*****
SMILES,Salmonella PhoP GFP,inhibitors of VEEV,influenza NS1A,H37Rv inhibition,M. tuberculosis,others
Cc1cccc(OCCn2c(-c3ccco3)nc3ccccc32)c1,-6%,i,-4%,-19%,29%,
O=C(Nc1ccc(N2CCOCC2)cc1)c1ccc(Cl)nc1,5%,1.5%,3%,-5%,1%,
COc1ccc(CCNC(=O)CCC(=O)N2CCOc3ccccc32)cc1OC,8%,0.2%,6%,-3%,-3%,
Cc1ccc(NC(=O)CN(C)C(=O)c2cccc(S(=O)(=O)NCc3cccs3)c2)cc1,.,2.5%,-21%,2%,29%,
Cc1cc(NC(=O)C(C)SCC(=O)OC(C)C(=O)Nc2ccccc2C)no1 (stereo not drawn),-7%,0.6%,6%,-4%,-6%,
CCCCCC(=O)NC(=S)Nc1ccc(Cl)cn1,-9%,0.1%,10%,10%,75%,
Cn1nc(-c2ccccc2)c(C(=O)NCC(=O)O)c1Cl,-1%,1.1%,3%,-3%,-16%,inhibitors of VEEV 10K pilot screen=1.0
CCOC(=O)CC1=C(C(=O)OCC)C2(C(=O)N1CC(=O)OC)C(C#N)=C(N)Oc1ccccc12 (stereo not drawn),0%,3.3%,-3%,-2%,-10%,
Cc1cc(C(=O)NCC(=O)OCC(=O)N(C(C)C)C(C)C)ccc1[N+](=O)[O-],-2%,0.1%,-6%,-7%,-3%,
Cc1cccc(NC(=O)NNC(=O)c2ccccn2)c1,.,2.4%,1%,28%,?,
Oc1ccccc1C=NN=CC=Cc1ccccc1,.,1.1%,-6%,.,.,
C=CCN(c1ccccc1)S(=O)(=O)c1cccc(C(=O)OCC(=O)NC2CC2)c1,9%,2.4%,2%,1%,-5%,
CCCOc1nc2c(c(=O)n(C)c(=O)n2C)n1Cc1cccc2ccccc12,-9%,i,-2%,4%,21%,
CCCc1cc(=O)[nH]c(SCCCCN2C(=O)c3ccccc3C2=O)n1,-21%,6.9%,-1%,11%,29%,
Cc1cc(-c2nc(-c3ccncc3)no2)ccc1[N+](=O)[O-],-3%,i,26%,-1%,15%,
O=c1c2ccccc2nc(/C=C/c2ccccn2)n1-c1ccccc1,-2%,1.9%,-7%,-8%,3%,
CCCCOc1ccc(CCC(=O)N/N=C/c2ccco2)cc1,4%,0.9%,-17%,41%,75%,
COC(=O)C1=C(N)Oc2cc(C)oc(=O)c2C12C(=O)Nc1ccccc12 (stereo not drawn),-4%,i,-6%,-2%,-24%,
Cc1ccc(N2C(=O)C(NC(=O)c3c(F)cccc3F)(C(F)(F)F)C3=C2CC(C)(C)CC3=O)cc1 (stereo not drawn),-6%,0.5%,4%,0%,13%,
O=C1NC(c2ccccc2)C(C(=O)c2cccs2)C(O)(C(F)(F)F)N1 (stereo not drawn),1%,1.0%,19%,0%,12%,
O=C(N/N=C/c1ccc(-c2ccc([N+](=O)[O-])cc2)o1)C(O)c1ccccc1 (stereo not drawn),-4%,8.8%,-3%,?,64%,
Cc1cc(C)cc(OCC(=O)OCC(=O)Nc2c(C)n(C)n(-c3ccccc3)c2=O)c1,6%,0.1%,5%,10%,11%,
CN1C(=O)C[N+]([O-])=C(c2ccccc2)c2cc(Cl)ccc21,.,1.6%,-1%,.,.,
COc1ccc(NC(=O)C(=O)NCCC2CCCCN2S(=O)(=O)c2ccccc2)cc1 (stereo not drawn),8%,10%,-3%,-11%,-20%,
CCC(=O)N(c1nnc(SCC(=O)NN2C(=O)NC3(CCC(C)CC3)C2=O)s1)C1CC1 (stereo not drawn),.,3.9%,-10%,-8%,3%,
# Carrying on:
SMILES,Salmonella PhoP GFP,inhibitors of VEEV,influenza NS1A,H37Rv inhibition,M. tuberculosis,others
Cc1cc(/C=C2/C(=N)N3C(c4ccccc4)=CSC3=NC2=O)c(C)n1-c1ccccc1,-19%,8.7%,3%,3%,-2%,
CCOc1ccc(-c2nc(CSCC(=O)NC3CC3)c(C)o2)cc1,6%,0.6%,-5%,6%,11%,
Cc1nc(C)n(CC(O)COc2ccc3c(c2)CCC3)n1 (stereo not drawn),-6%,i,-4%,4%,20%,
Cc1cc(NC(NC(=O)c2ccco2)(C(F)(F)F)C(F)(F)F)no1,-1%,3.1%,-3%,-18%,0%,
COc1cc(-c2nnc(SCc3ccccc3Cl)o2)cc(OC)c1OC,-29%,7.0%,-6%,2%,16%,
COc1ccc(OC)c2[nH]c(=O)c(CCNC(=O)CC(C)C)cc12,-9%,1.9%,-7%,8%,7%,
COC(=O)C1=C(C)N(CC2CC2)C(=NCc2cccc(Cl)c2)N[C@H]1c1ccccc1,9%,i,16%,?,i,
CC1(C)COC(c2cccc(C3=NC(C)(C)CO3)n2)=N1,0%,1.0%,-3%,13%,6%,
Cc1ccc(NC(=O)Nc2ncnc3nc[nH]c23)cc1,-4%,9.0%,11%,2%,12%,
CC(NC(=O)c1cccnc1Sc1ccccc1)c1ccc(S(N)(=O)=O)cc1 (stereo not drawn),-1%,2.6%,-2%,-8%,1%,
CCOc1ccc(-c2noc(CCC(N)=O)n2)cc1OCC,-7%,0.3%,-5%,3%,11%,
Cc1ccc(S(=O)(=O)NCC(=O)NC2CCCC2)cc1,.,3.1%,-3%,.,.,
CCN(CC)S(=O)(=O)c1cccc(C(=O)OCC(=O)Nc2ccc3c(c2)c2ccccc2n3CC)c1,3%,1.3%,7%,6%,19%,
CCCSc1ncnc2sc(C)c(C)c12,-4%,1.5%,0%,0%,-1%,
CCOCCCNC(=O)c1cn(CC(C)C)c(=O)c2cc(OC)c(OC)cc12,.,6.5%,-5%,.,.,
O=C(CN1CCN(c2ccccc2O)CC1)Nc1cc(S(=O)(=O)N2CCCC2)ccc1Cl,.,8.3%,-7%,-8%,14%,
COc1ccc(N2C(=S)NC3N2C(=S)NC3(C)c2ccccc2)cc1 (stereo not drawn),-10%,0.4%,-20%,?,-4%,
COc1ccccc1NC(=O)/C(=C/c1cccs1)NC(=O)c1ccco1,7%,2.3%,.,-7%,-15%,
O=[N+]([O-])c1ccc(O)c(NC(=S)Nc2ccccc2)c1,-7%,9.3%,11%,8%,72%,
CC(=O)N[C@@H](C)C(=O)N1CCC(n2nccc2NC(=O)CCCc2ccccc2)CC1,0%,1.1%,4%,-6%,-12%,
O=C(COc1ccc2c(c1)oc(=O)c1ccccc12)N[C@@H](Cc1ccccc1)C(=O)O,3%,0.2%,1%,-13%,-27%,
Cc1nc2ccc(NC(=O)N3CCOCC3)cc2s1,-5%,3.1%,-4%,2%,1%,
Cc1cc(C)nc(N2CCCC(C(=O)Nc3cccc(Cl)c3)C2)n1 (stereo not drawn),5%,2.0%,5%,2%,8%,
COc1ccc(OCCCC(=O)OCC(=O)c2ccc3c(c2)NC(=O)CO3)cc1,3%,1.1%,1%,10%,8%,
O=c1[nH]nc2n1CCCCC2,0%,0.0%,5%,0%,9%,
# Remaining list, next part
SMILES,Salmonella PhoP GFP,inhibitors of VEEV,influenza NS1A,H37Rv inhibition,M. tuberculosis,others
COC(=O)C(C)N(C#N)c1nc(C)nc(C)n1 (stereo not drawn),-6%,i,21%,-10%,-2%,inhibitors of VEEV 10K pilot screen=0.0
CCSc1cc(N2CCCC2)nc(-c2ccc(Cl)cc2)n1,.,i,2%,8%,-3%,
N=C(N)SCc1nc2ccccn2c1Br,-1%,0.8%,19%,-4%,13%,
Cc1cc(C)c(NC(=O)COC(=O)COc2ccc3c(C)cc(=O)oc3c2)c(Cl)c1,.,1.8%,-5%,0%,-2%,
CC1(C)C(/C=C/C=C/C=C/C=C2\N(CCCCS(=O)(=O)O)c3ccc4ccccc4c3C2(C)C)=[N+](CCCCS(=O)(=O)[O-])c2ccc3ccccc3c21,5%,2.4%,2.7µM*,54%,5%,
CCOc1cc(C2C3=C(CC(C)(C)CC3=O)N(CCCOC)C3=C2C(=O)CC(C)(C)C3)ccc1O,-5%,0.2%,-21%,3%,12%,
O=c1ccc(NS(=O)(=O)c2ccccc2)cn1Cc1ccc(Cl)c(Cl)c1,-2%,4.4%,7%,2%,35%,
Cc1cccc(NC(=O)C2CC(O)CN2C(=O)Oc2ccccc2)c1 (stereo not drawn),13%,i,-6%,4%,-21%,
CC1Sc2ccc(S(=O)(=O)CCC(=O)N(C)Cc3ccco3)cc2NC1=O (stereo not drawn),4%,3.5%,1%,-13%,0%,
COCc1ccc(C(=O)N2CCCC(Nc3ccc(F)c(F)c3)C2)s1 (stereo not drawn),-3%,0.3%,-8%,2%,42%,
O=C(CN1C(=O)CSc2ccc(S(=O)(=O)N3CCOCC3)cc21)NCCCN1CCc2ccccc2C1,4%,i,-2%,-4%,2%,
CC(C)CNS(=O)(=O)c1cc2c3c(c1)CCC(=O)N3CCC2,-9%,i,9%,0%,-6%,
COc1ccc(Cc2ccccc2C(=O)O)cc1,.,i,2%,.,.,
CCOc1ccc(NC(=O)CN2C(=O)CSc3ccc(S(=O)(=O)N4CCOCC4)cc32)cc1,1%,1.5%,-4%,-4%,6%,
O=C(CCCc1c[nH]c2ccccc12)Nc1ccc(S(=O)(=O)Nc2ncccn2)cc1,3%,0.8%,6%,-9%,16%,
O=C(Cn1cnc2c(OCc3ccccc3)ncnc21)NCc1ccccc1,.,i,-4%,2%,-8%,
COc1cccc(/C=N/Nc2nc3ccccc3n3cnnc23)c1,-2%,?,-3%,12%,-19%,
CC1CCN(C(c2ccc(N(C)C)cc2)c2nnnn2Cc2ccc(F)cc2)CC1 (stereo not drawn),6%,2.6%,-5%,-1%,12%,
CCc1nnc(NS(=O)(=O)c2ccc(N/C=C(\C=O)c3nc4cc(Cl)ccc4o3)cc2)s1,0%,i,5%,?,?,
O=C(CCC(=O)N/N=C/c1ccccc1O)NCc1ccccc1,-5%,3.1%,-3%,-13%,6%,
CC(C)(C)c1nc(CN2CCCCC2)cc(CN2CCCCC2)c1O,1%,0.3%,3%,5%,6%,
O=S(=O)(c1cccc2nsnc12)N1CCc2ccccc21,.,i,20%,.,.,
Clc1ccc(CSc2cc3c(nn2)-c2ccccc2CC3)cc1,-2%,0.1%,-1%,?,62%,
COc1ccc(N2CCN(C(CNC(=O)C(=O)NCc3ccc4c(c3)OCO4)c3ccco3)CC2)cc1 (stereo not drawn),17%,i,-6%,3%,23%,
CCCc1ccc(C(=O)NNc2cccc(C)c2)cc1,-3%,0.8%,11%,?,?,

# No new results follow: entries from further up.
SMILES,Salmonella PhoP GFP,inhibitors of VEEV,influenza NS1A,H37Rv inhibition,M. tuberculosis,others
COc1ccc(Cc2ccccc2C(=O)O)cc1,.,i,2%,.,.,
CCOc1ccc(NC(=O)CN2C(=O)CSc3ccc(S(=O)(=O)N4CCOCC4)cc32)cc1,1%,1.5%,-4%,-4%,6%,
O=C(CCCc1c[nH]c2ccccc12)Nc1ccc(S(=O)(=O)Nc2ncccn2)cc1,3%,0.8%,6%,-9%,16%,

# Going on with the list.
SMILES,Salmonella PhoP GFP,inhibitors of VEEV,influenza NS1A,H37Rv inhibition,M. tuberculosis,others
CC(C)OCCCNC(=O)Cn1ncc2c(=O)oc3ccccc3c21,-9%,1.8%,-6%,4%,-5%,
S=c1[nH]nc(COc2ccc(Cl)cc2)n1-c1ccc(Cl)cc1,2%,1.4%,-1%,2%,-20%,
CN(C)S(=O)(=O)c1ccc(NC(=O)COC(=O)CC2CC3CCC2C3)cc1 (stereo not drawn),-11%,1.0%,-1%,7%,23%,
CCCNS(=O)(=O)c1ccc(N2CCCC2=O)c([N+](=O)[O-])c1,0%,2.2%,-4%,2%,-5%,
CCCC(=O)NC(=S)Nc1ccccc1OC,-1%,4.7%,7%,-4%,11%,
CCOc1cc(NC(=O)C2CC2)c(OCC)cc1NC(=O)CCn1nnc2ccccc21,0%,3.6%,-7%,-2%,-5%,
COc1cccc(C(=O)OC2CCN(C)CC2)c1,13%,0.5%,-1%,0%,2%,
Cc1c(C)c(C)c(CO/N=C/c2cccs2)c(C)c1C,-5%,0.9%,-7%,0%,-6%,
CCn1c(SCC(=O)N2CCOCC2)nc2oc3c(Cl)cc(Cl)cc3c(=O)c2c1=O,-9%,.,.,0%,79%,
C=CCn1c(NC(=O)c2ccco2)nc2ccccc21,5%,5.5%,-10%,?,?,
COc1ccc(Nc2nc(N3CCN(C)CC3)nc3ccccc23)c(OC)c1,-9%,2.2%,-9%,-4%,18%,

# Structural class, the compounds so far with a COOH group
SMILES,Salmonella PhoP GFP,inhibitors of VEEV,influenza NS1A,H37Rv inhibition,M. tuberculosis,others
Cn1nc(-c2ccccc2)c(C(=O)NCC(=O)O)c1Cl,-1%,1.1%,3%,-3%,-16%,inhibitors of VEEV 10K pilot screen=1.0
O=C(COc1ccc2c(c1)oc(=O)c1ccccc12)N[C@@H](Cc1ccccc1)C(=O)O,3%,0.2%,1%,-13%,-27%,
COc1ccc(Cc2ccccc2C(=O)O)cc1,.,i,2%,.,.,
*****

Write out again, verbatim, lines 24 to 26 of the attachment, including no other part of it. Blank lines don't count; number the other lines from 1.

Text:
CN1C(=O)C[N+]([O-])=C(c2ccccc2)c2cc(Cl)ccc21,.,1.6%,-1%,.,.,
COc1ccc(NC(=O)C(=O)NCCC2CCCCN2S(=O)(=O)c2ccccc2)cc1 (stereo not drawn),8%,10%,-3%,-11%,-20%,
CCC(=O)N(c1nnc(SCC(=O)NN2C(=O)NC3(CCC(C)CC3)C2=O)s1)C1CC1 (stereo not drawn),.,3.9%,-10%,-8%,3%,